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Anyone still using film?

408 Views 28 Replies 11 Participants Last post by  mbodell
There's been some good discussion about DSLRs on this forum but I was wondering whether people on here are still using film. My brother recently gave me his EOS 350D, which I've been using with a Canon 50mm F1.8. Maybe I just don't get digital SLR photography but I haven't been too happy with the results. A little too soft for my liking (see an example below). Could be the lens - I heard that the 50mm Canon is a bit hit or miss (what do you expect for $100?)

Anyways, I dusted off an old Canon A1 kit which I've had in my cupboard but never really used. I have the standard Canon 50mm F1.8 FD lens, a 70-210 f4 and a 35mm f2.8. Also using the Motordrive MA and have a Canon 199A Speedlite, but haven't taken any indoor shots yet. I love the feel of the camera. My dad has one and as a kid I used to sneak it out of his cupboard when he was out of the house so I could play with it. Thank god I didn't break it! :) I took the A1 out yesterday and took some shots in a local park, without the Motordrive and with just the 50mm + a Hoya Skylight 1B. Gotta, say - great camera for photojournalism. Unobtrusive, lets you blend into the background.

Since I have a decent set of FD lenses, I'm tempted to pick up a used T90 body. B&H has one for about $180, in 8+ condition. Still have a long way to go towards refamiliarizing myself with film, but I'm thinking about using the A1 for black and white (am currently using some Ilford Delta 100) and using the T90 for color. Thoughts? I don't really care about the 1/4000 shutter speed, though having something faster than the 1/1000 on the A1 would be nice. Am taken with the idea of the 1/250 flash sync, though, and I've heard good things about the multi-spot metering, but would love to hear how anyone else found it.

Also, any comments on film choices would be great. I've always used Kodak Gold 100 / 200 in the past, with mixed results.

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Maybe I just don't get digital SLR photography but I haven't been too happy with the results. A little too soft for my liking (see an example below).
I think digital's criticism of being too soft is more a result of how easy it is to scrutinize a digital photo - you open the file and are instantly viewing it at 1:1 resolution, which is probably far closer than people typically view film prints. A fair comparison would be to have a digital print made and compare print to print, or to have a negative scanned and compare pixel to pixel.

Digital's biggest failing is low light, and I still have an Olympus OM-1 for long exposure stuff through my telescope, but I'm all-digital otherwise.

Here's a few of my digital photos, and sharpness isn't an issue.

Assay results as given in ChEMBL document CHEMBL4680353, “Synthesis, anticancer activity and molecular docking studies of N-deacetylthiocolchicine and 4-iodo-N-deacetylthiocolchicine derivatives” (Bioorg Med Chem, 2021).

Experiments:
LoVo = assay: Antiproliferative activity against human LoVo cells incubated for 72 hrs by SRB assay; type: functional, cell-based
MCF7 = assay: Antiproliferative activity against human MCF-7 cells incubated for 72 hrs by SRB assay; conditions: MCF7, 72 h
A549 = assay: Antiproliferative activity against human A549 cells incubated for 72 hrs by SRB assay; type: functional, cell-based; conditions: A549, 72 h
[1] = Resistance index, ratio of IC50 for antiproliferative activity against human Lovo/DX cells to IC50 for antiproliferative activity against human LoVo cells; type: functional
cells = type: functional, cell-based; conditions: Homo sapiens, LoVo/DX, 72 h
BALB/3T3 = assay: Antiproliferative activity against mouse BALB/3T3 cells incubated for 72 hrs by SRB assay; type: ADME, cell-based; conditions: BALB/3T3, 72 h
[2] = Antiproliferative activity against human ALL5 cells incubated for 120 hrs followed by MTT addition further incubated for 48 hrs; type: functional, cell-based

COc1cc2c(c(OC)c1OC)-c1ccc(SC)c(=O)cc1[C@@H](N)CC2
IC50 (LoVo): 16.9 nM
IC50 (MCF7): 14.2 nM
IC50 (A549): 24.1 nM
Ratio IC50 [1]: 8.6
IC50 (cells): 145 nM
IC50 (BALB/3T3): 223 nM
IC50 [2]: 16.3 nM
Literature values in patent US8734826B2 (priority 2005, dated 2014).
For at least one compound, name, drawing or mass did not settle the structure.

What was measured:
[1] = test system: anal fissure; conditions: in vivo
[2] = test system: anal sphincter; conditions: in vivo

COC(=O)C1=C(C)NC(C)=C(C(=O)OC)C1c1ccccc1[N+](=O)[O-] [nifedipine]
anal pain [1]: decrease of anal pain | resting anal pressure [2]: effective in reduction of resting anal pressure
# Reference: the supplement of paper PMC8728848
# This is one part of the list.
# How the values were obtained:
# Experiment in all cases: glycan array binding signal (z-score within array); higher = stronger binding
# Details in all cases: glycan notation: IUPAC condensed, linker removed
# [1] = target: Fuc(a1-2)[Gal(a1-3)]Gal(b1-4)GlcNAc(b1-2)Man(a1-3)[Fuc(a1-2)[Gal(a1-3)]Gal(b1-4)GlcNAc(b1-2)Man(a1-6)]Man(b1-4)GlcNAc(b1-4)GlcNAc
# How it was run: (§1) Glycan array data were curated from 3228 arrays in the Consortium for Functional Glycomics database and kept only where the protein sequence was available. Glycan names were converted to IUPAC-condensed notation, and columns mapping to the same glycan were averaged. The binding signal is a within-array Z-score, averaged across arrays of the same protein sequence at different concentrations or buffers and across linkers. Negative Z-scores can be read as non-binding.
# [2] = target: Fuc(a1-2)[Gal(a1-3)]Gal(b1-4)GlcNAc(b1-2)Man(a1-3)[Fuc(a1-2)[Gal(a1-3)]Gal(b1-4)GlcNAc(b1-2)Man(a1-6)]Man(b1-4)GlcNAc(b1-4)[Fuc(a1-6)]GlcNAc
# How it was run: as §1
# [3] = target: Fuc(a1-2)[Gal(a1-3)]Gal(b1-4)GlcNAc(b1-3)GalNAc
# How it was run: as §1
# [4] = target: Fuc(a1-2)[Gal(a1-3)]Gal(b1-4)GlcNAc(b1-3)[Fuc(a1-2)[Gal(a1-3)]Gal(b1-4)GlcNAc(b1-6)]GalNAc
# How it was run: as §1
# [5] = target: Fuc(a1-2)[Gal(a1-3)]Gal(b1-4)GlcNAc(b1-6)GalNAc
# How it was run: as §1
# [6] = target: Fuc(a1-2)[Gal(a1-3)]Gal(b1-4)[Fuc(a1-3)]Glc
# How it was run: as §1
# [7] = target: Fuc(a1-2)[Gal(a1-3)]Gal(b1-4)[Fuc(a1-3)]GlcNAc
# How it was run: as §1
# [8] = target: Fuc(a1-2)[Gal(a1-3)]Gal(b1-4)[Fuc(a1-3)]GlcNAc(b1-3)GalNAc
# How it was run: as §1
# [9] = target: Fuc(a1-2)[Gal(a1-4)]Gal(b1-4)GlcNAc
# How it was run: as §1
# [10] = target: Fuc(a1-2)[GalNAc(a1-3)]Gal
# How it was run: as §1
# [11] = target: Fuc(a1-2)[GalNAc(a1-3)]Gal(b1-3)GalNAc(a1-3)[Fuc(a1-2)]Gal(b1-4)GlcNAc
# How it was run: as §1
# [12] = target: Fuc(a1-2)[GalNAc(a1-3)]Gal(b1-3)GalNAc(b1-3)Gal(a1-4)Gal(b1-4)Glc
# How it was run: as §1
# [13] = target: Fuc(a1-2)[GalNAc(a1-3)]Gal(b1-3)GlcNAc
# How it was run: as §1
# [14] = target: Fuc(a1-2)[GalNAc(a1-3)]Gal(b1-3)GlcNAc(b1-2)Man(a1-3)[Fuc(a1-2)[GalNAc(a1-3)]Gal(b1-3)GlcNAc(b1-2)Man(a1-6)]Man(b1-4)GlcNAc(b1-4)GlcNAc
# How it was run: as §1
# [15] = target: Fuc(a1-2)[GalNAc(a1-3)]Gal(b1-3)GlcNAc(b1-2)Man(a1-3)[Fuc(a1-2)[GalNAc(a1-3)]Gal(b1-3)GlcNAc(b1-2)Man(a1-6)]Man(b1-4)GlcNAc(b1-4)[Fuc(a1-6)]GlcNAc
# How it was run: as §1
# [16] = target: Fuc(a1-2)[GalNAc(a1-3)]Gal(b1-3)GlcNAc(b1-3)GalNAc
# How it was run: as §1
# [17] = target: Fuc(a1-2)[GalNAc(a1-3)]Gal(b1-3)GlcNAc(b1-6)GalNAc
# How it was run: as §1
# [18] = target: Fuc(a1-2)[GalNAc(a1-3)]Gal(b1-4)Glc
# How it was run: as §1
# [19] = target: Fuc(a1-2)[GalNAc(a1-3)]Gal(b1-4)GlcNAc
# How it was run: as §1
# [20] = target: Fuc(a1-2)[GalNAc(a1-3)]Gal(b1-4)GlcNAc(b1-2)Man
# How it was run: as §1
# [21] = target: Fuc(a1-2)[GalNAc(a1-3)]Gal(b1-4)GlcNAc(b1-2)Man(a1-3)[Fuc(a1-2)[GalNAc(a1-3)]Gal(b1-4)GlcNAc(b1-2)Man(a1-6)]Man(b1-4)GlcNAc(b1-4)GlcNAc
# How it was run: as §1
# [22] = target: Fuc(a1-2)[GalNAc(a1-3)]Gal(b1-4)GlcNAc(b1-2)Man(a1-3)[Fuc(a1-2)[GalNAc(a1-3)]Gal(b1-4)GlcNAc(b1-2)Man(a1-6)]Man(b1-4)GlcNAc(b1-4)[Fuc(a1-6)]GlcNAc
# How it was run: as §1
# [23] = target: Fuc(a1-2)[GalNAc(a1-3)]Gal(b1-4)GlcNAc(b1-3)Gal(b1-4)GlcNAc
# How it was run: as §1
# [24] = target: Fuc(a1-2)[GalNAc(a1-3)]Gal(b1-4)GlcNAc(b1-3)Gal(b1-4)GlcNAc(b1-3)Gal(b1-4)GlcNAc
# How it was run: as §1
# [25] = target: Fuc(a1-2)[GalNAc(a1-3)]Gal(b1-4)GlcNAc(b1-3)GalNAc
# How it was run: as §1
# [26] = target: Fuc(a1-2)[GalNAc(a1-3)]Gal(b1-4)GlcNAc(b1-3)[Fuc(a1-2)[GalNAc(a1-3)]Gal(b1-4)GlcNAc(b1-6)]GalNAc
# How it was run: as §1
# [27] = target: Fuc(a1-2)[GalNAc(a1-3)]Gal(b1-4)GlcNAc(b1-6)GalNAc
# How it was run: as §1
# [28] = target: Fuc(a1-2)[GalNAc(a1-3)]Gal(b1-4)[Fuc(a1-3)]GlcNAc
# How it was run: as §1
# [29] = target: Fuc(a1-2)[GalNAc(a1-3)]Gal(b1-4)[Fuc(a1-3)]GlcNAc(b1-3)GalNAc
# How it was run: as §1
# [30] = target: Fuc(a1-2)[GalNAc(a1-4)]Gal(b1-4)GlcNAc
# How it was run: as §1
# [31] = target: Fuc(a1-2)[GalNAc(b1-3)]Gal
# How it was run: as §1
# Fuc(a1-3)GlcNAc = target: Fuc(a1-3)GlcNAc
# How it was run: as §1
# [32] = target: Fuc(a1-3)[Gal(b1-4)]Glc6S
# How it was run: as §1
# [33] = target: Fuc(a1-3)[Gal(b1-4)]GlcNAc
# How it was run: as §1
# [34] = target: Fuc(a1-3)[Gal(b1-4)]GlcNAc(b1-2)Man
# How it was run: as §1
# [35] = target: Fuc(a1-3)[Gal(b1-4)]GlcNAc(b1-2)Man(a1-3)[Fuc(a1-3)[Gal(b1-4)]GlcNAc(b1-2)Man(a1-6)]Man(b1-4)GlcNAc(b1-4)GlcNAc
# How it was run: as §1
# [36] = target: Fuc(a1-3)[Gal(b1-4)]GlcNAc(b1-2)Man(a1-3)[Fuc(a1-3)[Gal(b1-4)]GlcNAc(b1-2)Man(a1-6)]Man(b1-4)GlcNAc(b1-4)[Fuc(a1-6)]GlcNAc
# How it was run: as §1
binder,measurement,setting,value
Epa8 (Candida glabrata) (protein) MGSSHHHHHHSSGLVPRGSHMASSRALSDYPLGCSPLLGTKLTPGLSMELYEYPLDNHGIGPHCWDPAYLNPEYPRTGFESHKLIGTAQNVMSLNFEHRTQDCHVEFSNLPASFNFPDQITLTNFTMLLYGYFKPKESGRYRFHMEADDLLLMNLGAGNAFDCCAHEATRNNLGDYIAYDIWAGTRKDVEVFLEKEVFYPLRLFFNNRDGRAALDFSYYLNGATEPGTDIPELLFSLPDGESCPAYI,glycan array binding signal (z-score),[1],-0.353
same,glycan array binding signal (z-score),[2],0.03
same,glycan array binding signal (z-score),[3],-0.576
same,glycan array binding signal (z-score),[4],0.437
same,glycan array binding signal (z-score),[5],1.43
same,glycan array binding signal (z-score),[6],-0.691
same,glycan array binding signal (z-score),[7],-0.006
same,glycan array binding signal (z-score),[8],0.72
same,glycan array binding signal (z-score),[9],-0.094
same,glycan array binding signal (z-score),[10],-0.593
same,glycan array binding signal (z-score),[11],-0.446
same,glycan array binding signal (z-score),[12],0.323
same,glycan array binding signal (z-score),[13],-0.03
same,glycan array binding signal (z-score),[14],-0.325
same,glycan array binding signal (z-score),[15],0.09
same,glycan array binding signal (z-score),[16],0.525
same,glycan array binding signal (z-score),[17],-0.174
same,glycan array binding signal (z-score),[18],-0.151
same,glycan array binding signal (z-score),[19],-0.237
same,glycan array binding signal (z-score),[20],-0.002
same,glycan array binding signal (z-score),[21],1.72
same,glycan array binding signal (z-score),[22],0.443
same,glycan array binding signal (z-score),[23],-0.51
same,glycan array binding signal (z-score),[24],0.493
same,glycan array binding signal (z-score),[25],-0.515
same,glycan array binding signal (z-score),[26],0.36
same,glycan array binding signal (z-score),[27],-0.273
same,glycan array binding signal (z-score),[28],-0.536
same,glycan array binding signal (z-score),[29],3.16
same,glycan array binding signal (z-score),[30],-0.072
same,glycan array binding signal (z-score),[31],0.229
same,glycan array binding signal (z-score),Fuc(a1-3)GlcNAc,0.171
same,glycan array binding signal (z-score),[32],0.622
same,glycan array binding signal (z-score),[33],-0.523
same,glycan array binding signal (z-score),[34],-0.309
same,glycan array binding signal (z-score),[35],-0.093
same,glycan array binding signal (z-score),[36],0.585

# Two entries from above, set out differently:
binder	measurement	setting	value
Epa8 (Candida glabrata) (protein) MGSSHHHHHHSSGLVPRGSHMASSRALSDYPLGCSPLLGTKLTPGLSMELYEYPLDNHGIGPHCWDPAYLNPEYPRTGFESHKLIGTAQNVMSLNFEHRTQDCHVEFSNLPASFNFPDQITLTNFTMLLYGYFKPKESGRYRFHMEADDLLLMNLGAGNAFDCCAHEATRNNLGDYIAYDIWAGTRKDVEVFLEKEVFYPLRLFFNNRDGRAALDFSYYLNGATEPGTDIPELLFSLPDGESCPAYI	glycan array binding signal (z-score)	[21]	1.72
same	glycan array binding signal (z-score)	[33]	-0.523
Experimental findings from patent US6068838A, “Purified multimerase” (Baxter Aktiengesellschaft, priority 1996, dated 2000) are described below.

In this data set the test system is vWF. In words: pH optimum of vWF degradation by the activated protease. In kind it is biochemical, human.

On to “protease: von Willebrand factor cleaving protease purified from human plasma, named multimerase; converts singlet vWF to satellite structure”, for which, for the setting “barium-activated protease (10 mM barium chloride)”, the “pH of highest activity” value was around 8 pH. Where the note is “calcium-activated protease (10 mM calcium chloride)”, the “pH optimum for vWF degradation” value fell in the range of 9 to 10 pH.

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However it was in switching over to a DSLR that I found the lack of sharpness
It may be that the little point and shoot cameras are just running an internal sharpening filter on the photos automatically, as they tend to be aimed at the general public who just wants a good pic with little to no effort. But the Canon DSLRs have always been known for being slightly soft, and I usually bump the sharpness setting in the camera up a notch or two. But again, the proof is in the print. I've blown up some photos pretty large, and have been pleasantly surprised at how they hold up.

I had this printed at 24 x 36, and it looks incredible:

Re the film v/s digital debate - while I accept that the move to digital is inevitable, a part of me hopes film never goes away. I find I'm a more focused photographer when doing film work.
I'll admit to being a little on the lazy side when it comes to shooting. I got into photography initially just to compliment my 3D/computer graphics work, where I already knew Photoshop. So I have the unfortunate habit of knowing what I can fix in Photoshop and not worrying about getting the best shot from the start. The computer can definitely be a double edge sword.

But I wouldn't give up digital for ANYTHING, especially underwater. Talk about trial and error... with all the restraints posed by being underwater - the limited depth of field, low-light, all the movement PLUS having the camera in a bulky housing AND only getting 3 or 4 opportunities (at best) to really practice each year... The instant feedback with digital is invaluable.

I do find it funny how people (myself included) have come to appreciate the grain inherent in film photography, since it's really a limitation of the medium. In the CG and photography I do for work, we often add in layers of grain in Photoshop to emulate film grain. It's just funny that we add in a defect to "improve" an image. I've wondered if photography progressed the other way around - from digital to film, if we'd have added in jpeg artifacting to make film look more like "traditional digital photography"! :)

User Name - great pics.
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